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Social Investment by Charities Review


Tuesday, 29th April 2014 at 11:25 am
Lina Caneva, Editor
The UK Law Commission is conducting a review of selected issues in charity law including social investment by charities and a proposal for the introduction of a new statutory power to make social investments.

Tuesday, 29th April 2014
at 11:25 am
Lina Caneva, Editor


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Social Investment by Charities Review
Tuesday, 29th April 2014 at 11:25 am

The Law Commission in the UK is conducting a review of selected issues in charity law including social investment by charities and a proposal for the introduction of a new statutory power to make social investments.

The Commission said its terms of reference were to consider charity trustees’ powers to make, and duties when making, social investments and to consider whether anything could be done by way of law reform to make those powers and duties clearer.

“The Consultation Paper considers the current law and the difficulties that charities face under the current law when making social investments,” it said.

In its explanatory notes, the Commission said that to achieve their charitable purposes, charities have traditionally both spent their funds in support of their charitable objectives, and invested so as to generate further funds for future initiatives (for example, purchasing shares in listed companies to provide an income).

A charity making a social investment combines these objectives in one transaction, seeking to achieve both its charitable purposes and a financial benefit.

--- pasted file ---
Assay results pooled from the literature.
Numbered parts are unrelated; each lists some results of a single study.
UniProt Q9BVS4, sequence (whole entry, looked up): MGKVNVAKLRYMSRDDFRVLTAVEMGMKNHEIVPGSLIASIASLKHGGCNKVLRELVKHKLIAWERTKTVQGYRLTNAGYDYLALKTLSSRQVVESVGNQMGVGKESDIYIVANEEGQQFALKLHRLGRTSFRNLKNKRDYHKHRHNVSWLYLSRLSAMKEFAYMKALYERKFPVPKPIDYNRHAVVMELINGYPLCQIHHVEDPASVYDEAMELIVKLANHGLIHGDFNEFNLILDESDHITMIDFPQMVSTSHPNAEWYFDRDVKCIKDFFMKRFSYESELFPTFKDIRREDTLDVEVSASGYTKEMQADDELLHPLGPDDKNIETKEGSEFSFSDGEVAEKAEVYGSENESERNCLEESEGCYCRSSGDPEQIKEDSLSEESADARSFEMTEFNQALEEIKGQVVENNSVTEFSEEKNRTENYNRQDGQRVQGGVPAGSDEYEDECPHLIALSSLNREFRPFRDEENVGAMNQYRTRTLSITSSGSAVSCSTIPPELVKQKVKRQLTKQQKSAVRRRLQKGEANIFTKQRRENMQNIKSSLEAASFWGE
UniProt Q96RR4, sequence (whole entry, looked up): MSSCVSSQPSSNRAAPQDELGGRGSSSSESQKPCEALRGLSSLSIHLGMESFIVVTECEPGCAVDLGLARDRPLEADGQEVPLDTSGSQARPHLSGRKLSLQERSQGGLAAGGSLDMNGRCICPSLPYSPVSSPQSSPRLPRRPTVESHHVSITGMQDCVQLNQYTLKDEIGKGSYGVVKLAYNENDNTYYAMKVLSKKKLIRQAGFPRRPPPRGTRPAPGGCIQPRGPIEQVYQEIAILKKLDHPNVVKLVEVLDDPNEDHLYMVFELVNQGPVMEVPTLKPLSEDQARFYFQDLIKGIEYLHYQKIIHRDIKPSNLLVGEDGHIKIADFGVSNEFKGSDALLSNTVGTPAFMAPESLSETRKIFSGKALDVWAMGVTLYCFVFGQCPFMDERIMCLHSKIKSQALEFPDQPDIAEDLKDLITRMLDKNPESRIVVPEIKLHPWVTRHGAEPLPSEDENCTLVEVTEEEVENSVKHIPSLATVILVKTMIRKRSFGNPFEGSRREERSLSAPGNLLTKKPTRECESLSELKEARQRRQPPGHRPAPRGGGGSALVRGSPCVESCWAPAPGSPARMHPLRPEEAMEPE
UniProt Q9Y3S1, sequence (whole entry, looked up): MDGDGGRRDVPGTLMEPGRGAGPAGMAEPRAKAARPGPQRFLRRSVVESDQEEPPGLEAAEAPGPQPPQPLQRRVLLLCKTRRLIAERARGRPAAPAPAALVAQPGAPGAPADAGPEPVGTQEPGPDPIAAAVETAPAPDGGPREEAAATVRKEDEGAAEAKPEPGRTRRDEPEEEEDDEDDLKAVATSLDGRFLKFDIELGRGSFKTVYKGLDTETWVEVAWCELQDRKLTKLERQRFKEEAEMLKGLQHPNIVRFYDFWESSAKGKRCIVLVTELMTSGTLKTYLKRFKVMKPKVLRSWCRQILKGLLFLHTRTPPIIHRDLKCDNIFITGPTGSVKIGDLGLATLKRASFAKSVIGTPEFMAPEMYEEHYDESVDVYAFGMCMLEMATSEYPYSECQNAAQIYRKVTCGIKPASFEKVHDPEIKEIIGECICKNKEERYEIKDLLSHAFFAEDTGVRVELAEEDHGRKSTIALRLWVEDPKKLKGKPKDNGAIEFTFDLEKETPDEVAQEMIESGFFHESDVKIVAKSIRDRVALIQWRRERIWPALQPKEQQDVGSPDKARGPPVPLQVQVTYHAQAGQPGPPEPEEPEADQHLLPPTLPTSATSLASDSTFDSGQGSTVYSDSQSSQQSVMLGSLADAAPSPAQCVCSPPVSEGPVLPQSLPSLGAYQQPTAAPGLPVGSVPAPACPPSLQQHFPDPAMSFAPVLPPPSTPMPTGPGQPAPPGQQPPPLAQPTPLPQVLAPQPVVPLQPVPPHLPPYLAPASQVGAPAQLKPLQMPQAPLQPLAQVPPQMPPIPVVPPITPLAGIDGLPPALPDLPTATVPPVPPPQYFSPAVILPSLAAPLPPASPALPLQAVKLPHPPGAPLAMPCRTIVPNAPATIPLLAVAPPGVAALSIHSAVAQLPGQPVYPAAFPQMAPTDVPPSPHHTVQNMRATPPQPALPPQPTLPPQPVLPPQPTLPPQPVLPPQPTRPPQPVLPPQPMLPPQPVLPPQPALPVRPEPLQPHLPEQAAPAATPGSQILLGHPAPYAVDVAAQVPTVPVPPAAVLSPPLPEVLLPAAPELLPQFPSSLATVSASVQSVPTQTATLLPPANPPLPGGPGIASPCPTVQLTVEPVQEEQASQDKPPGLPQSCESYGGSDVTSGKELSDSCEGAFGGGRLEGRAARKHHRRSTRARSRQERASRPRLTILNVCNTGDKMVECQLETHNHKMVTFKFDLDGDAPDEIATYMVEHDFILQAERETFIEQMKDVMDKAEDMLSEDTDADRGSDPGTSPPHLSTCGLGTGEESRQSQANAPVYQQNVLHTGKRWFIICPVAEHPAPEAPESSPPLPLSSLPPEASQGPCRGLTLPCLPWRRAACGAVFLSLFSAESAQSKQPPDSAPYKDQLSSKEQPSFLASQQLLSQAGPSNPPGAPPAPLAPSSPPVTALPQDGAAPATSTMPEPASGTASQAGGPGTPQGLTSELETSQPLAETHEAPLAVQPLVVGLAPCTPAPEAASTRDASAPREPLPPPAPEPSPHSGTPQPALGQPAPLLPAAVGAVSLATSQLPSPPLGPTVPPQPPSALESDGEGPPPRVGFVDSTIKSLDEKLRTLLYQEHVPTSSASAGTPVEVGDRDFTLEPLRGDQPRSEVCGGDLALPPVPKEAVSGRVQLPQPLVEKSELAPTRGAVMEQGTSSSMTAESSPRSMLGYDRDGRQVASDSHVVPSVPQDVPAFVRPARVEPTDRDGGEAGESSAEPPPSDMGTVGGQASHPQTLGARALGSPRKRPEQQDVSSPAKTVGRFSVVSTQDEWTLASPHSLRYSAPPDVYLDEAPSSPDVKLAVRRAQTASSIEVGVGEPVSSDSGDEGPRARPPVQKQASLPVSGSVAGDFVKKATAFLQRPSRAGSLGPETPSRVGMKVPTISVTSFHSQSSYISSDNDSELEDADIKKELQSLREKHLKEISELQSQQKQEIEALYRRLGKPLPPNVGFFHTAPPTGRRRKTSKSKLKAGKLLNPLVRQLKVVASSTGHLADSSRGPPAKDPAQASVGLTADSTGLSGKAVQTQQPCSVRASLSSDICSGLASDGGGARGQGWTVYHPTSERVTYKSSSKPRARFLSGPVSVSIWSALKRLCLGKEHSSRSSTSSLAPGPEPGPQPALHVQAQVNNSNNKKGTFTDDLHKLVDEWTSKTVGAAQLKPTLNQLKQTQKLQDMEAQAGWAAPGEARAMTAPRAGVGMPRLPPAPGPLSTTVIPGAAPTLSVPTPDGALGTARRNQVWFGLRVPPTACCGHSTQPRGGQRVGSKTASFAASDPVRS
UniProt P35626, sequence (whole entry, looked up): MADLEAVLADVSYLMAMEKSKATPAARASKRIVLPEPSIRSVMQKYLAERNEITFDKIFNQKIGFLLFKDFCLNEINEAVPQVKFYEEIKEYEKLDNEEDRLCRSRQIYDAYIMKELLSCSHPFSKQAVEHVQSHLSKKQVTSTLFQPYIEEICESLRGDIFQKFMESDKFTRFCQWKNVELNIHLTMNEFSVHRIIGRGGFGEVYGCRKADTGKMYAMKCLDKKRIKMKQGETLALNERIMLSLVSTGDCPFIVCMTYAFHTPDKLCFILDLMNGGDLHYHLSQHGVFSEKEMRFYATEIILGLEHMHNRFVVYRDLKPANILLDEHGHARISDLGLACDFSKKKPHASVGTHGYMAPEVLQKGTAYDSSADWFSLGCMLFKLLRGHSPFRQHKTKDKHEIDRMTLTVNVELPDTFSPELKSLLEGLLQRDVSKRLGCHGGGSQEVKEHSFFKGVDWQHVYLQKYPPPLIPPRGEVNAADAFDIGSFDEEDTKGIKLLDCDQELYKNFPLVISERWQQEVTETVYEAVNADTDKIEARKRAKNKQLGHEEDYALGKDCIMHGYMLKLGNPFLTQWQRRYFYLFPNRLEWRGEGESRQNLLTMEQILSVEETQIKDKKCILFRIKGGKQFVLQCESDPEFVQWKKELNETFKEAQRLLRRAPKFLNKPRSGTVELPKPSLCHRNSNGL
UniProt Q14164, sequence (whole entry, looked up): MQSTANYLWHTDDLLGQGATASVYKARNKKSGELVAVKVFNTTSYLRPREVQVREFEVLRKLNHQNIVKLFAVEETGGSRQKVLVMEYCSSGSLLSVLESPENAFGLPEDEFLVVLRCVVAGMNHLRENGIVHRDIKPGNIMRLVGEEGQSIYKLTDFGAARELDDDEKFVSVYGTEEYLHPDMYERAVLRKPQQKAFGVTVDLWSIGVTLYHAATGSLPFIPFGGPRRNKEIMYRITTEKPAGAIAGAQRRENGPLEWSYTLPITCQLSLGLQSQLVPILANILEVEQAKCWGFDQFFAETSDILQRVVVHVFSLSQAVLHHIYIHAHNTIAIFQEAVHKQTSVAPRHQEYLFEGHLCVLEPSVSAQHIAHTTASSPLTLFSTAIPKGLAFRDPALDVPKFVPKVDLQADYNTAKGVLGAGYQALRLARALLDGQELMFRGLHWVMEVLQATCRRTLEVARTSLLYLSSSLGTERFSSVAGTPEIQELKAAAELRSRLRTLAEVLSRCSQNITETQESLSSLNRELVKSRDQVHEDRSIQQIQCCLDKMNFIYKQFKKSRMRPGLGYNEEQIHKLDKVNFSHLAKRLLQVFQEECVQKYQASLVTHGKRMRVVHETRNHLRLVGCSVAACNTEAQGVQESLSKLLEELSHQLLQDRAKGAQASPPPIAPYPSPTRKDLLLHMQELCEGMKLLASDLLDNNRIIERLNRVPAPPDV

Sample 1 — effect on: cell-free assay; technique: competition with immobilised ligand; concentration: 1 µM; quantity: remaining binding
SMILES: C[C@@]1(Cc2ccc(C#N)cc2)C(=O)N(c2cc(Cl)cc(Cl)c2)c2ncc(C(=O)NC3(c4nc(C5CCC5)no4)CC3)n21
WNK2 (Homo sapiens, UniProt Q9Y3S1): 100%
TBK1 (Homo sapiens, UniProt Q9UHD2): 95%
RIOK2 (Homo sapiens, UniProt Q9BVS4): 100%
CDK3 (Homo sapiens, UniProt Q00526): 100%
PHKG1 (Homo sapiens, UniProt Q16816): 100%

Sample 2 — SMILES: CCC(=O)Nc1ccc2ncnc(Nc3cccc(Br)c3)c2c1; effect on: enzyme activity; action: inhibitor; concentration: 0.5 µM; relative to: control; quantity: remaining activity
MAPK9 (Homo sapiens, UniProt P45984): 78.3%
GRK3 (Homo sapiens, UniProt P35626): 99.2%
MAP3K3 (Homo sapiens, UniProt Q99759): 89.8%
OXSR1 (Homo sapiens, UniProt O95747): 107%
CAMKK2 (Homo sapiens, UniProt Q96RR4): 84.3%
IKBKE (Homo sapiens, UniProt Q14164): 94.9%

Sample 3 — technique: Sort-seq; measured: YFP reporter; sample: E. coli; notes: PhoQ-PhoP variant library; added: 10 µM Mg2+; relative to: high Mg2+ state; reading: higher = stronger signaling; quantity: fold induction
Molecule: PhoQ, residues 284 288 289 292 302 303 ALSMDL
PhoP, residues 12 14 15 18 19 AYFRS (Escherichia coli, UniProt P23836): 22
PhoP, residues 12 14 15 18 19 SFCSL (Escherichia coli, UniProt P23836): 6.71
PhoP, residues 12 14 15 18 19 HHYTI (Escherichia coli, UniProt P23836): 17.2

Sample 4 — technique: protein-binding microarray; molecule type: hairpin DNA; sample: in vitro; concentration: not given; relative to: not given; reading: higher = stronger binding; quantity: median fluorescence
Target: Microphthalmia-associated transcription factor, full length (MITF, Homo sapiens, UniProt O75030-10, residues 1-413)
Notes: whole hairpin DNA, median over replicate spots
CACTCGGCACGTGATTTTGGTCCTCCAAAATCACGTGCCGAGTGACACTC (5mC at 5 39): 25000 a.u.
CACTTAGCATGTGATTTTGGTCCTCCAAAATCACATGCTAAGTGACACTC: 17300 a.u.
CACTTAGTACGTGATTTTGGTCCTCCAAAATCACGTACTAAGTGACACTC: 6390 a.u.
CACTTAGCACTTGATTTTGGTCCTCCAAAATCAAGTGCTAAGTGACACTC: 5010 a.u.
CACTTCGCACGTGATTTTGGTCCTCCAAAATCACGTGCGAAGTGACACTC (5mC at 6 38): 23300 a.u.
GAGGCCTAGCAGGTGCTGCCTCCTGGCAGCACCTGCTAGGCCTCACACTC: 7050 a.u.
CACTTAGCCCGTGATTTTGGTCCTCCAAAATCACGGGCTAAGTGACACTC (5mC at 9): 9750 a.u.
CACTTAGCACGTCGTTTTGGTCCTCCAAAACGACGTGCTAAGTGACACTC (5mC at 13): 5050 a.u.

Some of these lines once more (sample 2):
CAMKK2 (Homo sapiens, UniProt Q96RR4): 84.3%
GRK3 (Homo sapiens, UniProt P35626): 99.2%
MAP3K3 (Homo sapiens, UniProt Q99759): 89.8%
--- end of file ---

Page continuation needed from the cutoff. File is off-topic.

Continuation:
“Many charity trustees can, and do, make social investments without having any concerns about the scope of their powers and duties. Some charity trustees, however, are not confident about making social investments because they are unsure whether their powers under the charity’s governing document or under the general law authorise such investments.

“In addition, some charity trustees considering whether to make social investments may feel that they risk breaching their duties.

“In the Consultation Paper we provisionally propose the introduction of a new statutory power to make social investments. We do not suggest that the new power should replace charity trustees’ existing powers, but rather that it should supplement them, forming part of the toolbox available to achieve charities’ purposes.

“We provisionally propose that the new statutory power should be accompanied by a non-exhaustive checklist of factors that charity trustees may take into account in deciding whether to make a social investment.”

The Consultation Paper also considered whether charities with permanent endowment could use the endowment to make social investments.

“We conclude that permanent endowment can be used to make social investments which are anticipated to preserve the capital value of the endowment. We do not propose that there should be a further power to use permanent endowment to make social investments which are not expected to preserve capital,” the Commission said. 

The Law Commission is inviting consultees’ views on its provisional proposals and consultation questions in the Consultation Paper.

“After the consultation period closes on 18 June 2014, we will analyse the responses and review, in discussion with Government, how to take this aspect of the Charity Law project forward."

The consultation relates to the  Charity Law – Selected Issues project.

The Law Commission is an advisory public body sponsored by the UK Ministry of Justice.


Lina Caneva  |  Editor  |  @ProBonoNews

Lina Caneva has been a journalist for more than 35 years, and Editor of Pro Bono Australia News since it was founded in 2000.


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